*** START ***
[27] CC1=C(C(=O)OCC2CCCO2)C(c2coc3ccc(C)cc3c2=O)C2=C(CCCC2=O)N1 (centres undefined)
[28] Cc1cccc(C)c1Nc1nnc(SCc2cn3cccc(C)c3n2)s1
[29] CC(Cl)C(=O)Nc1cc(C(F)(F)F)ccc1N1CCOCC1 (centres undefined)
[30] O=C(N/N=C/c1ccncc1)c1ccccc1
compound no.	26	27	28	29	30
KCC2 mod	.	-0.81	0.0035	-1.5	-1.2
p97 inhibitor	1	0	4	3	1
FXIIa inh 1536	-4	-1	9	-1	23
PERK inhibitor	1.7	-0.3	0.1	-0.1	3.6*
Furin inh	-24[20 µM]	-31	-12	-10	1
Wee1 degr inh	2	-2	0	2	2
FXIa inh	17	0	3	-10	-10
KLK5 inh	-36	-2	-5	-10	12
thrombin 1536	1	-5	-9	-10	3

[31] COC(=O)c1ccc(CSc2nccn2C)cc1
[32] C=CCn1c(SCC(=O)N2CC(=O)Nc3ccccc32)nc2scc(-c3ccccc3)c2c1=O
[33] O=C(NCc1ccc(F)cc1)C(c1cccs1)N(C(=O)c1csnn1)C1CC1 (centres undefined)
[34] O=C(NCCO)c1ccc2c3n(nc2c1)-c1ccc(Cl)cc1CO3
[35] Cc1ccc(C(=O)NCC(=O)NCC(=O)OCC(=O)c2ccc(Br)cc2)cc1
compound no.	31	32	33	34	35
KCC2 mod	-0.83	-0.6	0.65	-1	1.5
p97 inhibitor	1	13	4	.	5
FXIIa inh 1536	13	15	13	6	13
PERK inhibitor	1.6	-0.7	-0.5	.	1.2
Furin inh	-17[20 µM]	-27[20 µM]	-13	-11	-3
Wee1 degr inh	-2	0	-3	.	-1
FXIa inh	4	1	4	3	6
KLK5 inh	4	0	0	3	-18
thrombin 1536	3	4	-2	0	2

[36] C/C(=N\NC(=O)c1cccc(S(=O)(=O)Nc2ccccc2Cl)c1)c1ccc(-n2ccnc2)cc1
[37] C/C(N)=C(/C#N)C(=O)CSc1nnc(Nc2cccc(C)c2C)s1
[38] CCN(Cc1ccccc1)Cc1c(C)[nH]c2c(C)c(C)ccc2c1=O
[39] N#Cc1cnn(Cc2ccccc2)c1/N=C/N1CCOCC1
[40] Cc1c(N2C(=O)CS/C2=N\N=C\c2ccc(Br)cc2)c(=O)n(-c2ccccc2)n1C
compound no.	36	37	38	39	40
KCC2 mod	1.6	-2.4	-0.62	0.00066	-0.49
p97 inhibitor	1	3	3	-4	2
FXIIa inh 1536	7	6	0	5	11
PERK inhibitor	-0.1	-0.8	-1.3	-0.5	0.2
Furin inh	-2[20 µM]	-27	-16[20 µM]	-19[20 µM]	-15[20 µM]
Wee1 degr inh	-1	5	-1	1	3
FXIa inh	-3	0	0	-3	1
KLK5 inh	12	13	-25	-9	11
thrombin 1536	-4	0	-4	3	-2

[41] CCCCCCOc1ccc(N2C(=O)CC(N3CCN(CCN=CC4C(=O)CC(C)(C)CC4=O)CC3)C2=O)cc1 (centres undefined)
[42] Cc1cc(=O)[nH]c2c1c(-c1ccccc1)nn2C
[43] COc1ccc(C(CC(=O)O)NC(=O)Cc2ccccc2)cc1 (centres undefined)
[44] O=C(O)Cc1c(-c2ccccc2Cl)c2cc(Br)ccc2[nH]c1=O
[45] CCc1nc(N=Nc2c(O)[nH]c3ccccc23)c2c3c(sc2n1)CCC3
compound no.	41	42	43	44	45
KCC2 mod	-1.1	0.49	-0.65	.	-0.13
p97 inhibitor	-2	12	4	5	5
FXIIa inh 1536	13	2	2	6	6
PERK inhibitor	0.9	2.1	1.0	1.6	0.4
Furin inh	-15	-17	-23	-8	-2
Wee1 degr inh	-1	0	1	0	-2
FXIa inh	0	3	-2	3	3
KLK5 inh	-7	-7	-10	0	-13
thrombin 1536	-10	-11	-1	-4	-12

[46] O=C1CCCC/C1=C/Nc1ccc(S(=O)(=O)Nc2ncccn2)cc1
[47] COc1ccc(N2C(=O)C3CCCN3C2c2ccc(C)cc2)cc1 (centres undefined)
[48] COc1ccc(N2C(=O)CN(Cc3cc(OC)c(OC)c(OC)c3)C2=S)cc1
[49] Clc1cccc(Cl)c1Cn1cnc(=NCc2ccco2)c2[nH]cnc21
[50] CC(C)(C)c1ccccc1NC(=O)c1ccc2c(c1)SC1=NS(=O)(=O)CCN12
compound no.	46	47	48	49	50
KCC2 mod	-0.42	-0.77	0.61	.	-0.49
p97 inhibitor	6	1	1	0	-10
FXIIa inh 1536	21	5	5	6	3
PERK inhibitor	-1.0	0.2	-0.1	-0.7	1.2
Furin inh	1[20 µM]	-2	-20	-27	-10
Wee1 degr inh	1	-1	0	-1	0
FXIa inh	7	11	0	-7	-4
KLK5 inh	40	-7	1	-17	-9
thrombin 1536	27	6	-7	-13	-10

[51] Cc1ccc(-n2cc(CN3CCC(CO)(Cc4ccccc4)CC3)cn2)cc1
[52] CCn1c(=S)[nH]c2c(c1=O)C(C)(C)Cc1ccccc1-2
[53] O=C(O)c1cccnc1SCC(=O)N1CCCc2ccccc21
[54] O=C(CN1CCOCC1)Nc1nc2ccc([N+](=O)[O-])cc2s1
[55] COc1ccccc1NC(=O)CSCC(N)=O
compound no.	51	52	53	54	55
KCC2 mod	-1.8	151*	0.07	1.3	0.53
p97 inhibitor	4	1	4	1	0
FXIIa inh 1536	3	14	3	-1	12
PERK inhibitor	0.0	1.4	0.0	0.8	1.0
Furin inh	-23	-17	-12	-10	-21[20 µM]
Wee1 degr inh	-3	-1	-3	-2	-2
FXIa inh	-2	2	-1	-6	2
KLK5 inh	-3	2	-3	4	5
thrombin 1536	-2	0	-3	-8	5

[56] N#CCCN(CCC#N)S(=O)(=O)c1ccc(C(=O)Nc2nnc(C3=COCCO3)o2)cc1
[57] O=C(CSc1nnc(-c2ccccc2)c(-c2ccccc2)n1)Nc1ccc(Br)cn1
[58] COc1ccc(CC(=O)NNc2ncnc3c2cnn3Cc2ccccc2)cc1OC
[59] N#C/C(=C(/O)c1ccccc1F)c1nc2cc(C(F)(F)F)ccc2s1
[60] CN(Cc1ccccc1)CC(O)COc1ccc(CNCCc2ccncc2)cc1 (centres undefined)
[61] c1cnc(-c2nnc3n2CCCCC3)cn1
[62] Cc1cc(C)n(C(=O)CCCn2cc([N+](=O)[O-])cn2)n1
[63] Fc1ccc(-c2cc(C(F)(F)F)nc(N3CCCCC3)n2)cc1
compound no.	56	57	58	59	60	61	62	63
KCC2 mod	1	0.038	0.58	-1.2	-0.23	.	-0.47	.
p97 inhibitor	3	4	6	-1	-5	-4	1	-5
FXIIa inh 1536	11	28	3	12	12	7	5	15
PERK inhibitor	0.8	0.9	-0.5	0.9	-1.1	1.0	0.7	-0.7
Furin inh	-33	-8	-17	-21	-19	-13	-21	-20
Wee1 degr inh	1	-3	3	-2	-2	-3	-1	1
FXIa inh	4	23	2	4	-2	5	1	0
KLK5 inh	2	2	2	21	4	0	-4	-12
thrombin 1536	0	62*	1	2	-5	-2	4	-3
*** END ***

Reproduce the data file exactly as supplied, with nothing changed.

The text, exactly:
[27] CC1=C(C(=O)OCC2CCCO2)C(c2coc3ccc(C)cc3c2=O)C2=C(CCCC2=O)N1 (centres undefined)
[28] Cc1cccc(C)c1Nc1nnc(SCc2cn3cccc(C)c3n2)s1
[29] CC(Cl)C(=O)Nc1cc(C(F)(F)F)ccc1N1CCOCC1 (centres undefined)
[30] O=C(N/N=C/c1ccncc1)c1ccccc1
compound no.	26	27	28	29	30
KCC2 mod	.	-0.81	0.0035	-1.5	-1.2
p97 inhibitor	1	0	4	3	1
FXIIa inh 1536	-4	-1	9	-1	23
PERK inhibitor	1.7	-0.3	0.1	-0.1	3.6*
Furin inh	-24[20 µM]	-31	-12	-10	1
Wee1 degr inh	2	-2	0	2	2
FXIa inh	17	0	3	-10	-10
KLK5 inh	-36	-2	-5	-10	12
thrombin 1536	1	-5	-9	-10	3

[31] COC(=O)c1ccc(CSc2nccn2C)cc1
[32] C=CCn1c(SCC(=O)N2CC(=O)Nc3ccccc32)nc2scc(-c3ccccc3)c2c1=O
[33] O=C(NCc1ccc(F)cc1)C(c1cccs1)N(C(=O)c1csnn1)C1CC1 (centres undefined)
[34] O=C(NCCO)c1ccc2c3n(nc2c1)-c1ccc(Cl)cc1CO3
[35] Cc1ccc(C(=O)NCC(=O)NCC(=O)OCC(=O)c2ccc(Br)cc2)cc1
compound no.	31	32	33	34	35
KCC2 mod	-0.83	-0.6	0.65	-1	1.5
p97 inhibitor	1	13	4	.	5
FXIIa inh 1536	13	15	13	6	13
PERK inhibitor	1.6	-0.7	-0.5	.	1.2
Furin inh	-17[20 µM]	-27[20 µM]	-13	-11	-3
Wee1 degr inh	-2	0	-3	.	-1
FXIa inh	4	1	4	3	6
KLK5 inh	4	0	0	3	-18
thrombin 1536	3	4	-2	0	2

[36] C/C(=N\NC(=O)c1cccc(S(=O)(=O)Nc2ccccc2Cl)c1)c1ccc(-n2ccnc2)cc1
[37] C/C(N)=C(/C#N)C(=O)CSc1nnc(Nc2cccc(C)c2C)s1
[38] CCN(Cc1ccccc1)Cc1c(C)[nH]c2c(C)c(C)ccc2c1=O
[39] N#Cc1cnn(Cc2ccccc2)c1/N=C/N1CCOCC1
[40] Cc1c(N2C(=O)CS/C2=N\N=C\c2ccc(Br)cc2)c(=O)n(-c2ccccc2)n1C
compound no.	36	37	38	39	40
KCC2 mod	1.6	-2.4	-0.62	0.00066	-0.49
p97 inhibitor	1	3	3	-4	2
FXIIa inh 1536	7	6	0	5	11
PERK inhibitor	-0.1	-0.8	-1.3	-0.5	0.2
Furin inh	-2[20 µM]	-27	-16[20 µM]	-19[20 µM]	-15[20 µM]
Wee1 degr inh	-1	5	-1	1	3
FXIa inh	-3	0	0	-3	1
KLK5 inh	12	13	-25	-9	11
thrombin 1536	-4	0	-4	3	-2

[41] CCCCCCOc1ccc(N2C(=O)CC(N3CCN(CCN=CC4C(=O)CC(C)(C)CC4=O)CC3)C2=O)cc1 (centres undefined)
[42] Cc1cc(=O)[nH]c2c1c(-c1ccccc1)nn2C
[43] COc1ccc(C(CC(=O)O)NC(=O)Cc2ccccc2)cc1 (centres undefined)
[44] O=C(O)Cc1c(-c2ccccc2Cl)c2cc(Br)ccc2[nH]c1=O
[45] CCc1nc(N=Nc2c(O)[nH]c3ccccc23)c2c3c(sc2n1)CCC3
compound no.	41	42	43	44	45
KCC2 mod	-1.1	0.49	-0.65	.	-0.13
p97 inhibitor	-2	12	4	5	5
FXIIa inh 1536	13	2	2	6	6
PERK inhibitor	0.9	2.1	1.0	1.6	0.4
Furin inh	-15	-17	-23	-8	-2
Wee1 degr inh	-1	0	1	0	-2
FXIa inh	0	3	-2	3	3
KLK5 inh	-7	-7	-10	0	-13
thrombin 1536	-10	-11	-1	-4	-12

[46] O=C1CCCC/C1=C/Nc1ccc(S(=O)(=O)Nc2ncccn2)cc1
[47] COc1ccc(N2C(=O)C3CCCN3C2c2ccc(C)cc2)cc1 (centres undefined)
[48] COc1ccc(N2C(=O)CN(Cc3cc(OC)c(OC)c(OC)c3)C2=S)cc1
[49] Clc1cccc(Cl)c1Cn1cnc(=NCc2ccco2)c2[nH]cnc21
[50] CC(C)(C)c1ccccc1NC(=O)c1ccc2c(c1)SC1=NS(=O)(=O)CCN12
compound no.	46	47	48	49	50
KCC2 mod	-0.42	-0.77	0.61	.	-0.49
p97 inhibitor	6	1	1	0	-10
FXIIa inh 1536	21	5	5	6	3
PERK inhibitor	-1.0	0.2	-0.1	-0.7	1.2
Furin inh	1[20 µM]	-2	-20	-27	-10
Wee1 degr inh	1	-1	0	-1	0
FXIa inh	7	11	0	-7	-4
KLK5 inh	40	-7	1	-17	-9
thrombin 1536	27	6	-7	-13	-10

[51] Cc1ccc(-n2cc(CN3CCC(CO)(Cc4ccccc4)CC3)cn2)cc1
[52] CCn1c(=S)[nH]c2c(c1=O)C(C)(C)Cc1ccccc1-2
[53] O=C(O)c1cccnc1SCC(=O)N1CCCc2ccccc21
[54] O=C(CN1CCOCC1)Nc1nc2ccc([N+](=O)[O-])cc2s1
[55] COc1ccccc1NC(=O)CSCC(N)=O
compound no.	51	52	53	54	55
KCC2 mod	-1.8	151*	0.07	1.3	0.53
p97 inhibitor	4	1	4	1	0
FXIIa inh 1536	3	14	3	-1	12
PERK inhibitor	0.0	1.4	0.0	0.8	1.0
Furin inh	-23	-17	-12	-10	-21[20 µM]
Wee1 degr inh	-3	-1	-3	-2	-2
FXIa inh	-2	2	-1	-6	2
KLK5 inh	-3	2	-3	4	5
thrombin 1536	-2	0	-3	-8	5

[56] N#CCCN(CCC#N)S(=O)(=O)c1ccc(C(=O)Nc2nnc(C3=COCCO3)o2)cc1
[57] O=C(CSc1nnc(-c2ccccc2)c(-c2ccccc2)n1)Nc1ccc(Br)cn1
[58] COc1ccc(CC(=O)NNc2ncnc3c2cnn3Cc2ccccc2)cc1OC
[59] N#C/C(=C(/O)c1ccccc1F)c1nc2cc(C(F)(F)F)ccc2s1
[60] CN(Cc1ccccc1)CC(O)COc1ccc(CNCCc2ccncc2)cc1 (centres undefined)
[61] c1cnc(-c2nnc3n2CCCCC3)cn1
[62] Cc1cc(C)n(C(=O)CCCn2cc([N+](=O)[O-])cn2)n1
[63] Fc1ccc(-c2cc(C(F)(F)F)nc(N3CCCCC3)n2)cc1
compound no.	56	57	58	59	60	61	62	63
KCC2 mod	1	0.038	0.58	-1.2	-0.23	.	-0.47	.
p97 inhibitor	3	4	6	-1	-5	-4	1	-5
FXIIa inh 1536	11	28	3	12	12	7	5	15
PERK inhibitor	0.8	0.9	-0.5	0.9	-1.1	1.0	0.7	-0.7
Furin inh	-33	-8	-17	-21	-19	-13	-21	-20
Wee1 degr inh	1	-3	3	-2	-2	-3	-1	1
FXIa inh	4	23	2	4	-2	5	1	0
KLK5 inh	2	2	2	21	4	0	-4	-12
thrombin 1536	0	62*	1	2	-5	-2	4	-3